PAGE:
Reveiw by Lee Benoit
Years ago, when I used to search desperately for anything and everything in gay fantasy (that is, when I would read anything), I came across Mel Keegan. The early works, regardless of genre, had a “boy’s own” feel that bored me after a while. The emphatic exceptions were Keegan’s historical novels (Fortunes of War, The Deceivers, White Rose of Night, and Nocturne [if historical fiction can be allowed a vampyre or three]). Dangerous Moonlight is the newest, set around the accession of George II in 1727, and I recommend it highly.
Like Keegan’s better works, Dangerous Moonlight is densely plotted, with fully realized characters and enviably palpable settings. It’s the story of Nick Gray, bastard son of a wealthy jewelry merchant and horse breeder, and Harry Trevellion, erstwhile law student paupered by his father’s rash investment in one of Britain’s corporate colonization enterprises. They meet when Harry, turned highwayman to raise capital for a stud farm of his own, holds up the carriage in which Nick is transporting goods to a well-heeled client of his father’s. Sparks fly, but no one falls into bed with anyone – yet. We’re not given a drawing-room romp; indeed, anyone with a title appears fleetingly or off-page. This is an historical adventure: romance lies at its core, but as lifeblood rather than life itself. Eroticism, likewise, provides grace notes to plot and character, but never overtakes the story. Given the historical setting, the personalities of the characters, and the plot itself, the restrained (though nevertheless hot-blooded) treatment of romance and eroticism are exactly as they should be.
In another gratifying auctorial decision, Keegan gives us two fully adult and self-aware men as protagonists, then deftly deploys then in such a way that neither overshadows the other. Nick is the “good son,” scant months older than his father’s wastrel of a legitimate heir. He has learned his father’s businesses, undertakes the perilous duties of courier for the jeweler, and has studied sword and firearms to great effect. He’s humble and principled, and loves his father. Therefore, the father’s decision to disinherit the nasty Paul in favor of Nick seems logical. This is, naturally, the source of a great deal of trouble.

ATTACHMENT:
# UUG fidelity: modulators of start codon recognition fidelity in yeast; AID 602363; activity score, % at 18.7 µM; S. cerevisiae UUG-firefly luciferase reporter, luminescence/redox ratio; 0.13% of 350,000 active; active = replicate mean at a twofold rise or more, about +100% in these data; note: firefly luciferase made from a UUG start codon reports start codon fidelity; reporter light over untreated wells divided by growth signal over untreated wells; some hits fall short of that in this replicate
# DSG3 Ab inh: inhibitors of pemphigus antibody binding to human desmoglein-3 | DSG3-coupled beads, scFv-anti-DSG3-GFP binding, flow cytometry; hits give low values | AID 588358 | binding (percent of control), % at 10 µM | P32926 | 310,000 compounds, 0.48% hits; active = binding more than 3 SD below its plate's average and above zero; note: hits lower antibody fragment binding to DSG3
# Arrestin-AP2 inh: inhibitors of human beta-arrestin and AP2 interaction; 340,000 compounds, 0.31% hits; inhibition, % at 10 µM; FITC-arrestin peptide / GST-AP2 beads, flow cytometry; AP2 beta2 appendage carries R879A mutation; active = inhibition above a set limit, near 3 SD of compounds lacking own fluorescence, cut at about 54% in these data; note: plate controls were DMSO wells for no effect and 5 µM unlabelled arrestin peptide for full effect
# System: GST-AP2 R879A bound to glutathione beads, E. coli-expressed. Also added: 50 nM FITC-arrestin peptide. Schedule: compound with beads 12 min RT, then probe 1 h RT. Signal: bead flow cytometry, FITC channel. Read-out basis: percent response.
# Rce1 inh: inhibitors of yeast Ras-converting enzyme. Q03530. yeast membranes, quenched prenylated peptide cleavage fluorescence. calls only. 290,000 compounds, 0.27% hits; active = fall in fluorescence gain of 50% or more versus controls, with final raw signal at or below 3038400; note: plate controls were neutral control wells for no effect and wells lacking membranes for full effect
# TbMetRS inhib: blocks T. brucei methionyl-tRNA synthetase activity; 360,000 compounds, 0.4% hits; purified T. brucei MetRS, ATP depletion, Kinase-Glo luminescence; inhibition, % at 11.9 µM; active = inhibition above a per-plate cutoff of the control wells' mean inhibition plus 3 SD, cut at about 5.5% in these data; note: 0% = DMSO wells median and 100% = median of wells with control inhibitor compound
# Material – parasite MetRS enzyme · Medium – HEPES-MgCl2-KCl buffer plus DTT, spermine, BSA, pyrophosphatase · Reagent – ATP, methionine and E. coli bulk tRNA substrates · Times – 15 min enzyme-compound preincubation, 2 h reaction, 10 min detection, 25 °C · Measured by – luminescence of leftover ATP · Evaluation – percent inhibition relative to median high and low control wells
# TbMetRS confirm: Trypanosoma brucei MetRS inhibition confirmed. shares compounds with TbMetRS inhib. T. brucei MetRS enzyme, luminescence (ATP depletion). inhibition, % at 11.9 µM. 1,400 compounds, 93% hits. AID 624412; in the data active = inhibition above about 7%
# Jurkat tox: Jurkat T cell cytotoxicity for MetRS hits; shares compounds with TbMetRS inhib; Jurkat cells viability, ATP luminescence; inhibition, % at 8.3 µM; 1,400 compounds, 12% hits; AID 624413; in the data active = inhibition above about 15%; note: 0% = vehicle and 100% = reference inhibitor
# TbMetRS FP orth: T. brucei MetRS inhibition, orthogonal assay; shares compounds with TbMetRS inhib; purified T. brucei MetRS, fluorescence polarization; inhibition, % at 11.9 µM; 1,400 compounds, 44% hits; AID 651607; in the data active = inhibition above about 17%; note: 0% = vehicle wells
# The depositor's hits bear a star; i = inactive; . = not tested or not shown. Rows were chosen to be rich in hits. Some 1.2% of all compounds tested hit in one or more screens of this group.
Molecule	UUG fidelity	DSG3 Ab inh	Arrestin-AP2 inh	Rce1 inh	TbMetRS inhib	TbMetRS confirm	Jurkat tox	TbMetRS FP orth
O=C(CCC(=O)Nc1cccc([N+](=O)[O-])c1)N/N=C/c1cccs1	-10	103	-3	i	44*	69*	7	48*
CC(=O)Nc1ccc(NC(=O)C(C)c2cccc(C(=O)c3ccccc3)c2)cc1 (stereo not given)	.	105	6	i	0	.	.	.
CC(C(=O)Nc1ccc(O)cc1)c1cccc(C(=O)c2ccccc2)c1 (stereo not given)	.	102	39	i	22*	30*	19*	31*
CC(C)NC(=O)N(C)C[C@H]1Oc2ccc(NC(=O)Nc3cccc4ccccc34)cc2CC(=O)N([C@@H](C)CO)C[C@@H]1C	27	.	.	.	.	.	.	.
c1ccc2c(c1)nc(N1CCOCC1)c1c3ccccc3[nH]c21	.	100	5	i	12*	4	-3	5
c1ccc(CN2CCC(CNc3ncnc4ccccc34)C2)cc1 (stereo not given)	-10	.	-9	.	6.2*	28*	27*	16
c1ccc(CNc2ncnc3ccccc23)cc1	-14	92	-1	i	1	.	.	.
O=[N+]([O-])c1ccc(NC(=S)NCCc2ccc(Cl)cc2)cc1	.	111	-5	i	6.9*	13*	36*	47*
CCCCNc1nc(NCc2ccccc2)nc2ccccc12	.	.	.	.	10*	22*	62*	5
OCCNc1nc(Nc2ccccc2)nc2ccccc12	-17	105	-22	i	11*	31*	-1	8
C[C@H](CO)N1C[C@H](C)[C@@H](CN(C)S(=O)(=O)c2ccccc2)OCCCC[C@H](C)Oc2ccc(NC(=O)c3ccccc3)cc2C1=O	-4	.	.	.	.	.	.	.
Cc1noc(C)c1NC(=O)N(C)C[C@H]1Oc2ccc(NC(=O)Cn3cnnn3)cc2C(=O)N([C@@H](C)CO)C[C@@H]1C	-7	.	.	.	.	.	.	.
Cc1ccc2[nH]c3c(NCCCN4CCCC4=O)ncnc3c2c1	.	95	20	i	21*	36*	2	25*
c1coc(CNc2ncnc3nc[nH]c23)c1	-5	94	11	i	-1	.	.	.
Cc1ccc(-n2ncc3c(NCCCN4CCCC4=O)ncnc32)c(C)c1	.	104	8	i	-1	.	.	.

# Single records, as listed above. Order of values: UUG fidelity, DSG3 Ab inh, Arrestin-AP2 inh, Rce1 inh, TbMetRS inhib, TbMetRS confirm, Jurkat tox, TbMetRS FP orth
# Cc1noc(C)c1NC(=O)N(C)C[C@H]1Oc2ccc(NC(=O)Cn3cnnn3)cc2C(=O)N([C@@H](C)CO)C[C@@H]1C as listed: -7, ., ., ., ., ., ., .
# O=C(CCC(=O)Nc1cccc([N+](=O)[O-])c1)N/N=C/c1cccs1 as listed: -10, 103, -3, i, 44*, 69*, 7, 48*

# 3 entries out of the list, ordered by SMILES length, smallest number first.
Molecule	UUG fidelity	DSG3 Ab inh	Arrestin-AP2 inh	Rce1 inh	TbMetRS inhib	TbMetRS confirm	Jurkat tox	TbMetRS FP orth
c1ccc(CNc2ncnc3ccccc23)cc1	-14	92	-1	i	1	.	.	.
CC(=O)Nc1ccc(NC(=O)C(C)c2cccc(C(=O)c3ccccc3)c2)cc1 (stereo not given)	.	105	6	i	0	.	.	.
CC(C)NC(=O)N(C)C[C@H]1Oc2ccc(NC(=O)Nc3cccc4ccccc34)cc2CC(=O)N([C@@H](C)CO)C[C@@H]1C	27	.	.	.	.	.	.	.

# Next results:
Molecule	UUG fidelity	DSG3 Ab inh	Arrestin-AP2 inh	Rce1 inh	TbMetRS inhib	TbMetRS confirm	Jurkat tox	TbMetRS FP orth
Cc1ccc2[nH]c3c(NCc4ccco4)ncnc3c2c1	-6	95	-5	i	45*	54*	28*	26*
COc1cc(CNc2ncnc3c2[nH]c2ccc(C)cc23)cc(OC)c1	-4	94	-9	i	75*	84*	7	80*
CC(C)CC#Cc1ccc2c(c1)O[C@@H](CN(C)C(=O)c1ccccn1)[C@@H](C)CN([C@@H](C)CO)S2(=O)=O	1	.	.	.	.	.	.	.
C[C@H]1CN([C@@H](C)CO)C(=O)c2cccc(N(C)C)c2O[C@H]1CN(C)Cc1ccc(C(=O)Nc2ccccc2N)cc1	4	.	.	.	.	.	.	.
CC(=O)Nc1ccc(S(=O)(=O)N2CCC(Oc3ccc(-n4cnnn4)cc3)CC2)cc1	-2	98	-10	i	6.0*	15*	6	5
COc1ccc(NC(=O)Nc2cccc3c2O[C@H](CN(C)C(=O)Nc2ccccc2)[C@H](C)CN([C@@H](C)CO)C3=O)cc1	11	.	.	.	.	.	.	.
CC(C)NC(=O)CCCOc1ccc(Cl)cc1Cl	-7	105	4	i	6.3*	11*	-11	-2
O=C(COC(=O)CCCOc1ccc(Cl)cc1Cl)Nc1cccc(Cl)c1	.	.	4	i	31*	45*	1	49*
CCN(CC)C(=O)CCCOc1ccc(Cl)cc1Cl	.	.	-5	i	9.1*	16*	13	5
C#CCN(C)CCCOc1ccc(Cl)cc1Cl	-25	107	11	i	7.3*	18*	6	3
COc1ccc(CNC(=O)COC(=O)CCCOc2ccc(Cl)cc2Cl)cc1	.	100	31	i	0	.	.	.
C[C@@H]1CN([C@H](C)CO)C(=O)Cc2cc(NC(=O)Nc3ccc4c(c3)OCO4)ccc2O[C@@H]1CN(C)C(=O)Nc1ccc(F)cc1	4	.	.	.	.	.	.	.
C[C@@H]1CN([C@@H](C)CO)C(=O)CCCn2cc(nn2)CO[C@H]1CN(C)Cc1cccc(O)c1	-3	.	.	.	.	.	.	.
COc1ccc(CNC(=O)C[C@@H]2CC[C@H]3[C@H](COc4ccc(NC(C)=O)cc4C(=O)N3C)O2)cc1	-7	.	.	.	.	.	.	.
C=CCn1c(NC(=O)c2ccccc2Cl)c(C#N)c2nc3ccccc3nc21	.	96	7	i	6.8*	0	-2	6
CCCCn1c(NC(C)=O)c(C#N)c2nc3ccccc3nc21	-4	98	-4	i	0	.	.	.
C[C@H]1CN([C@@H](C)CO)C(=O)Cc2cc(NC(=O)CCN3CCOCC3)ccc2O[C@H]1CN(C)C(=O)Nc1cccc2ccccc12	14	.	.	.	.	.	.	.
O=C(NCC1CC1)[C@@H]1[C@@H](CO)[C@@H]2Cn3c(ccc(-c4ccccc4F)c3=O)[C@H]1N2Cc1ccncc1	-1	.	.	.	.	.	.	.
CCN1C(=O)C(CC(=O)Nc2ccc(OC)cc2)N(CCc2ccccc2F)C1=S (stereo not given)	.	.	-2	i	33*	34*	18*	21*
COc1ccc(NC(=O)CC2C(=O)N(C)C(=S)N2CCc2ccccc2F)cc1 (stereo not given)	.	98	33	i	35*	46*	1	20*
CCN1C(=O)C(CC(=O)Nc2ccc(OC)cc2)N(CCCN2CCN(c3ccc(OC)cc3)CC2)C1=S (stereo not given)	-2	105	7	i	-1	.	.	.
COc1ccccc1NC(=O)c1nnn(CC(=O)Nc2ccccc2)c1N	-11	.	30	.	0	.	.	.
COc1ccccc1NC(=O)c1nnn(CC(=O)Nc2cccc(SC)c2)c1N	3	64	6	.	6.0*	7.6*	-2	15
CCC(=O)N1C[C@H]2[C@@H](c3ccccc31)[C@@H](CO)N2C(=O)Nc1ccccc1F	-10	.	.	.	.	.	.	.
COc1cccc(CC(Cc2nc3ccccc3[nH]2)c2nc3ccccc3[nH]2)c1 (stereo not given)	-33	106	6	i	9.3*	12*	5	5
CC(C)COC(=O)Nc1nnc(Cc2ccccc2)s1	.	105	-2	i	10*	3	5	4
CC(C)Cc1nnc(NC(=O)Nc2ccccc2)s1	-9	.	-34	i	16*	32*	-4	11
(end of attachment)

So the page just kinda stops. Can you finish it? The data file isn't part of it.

Harry is a bit of a Robin Hood figure: he chooses his quarry carefully, preying upon slavers and coal barons and abusers of animals. He is self-interested, arrogant, and unscrupulous, but Keegan saves him from caricature by giving him a romantic heart and fierce sense of loyalty. His moral compass turns upon honor among thieves, but pragmatically rather than romantically. Nick has a hard time seeing Harry as one of the good guys when Harry robs him a second time, nearly seducing him in the process. The confrontation that ensues is the germ of love, and the bedrock of respect, between the two men.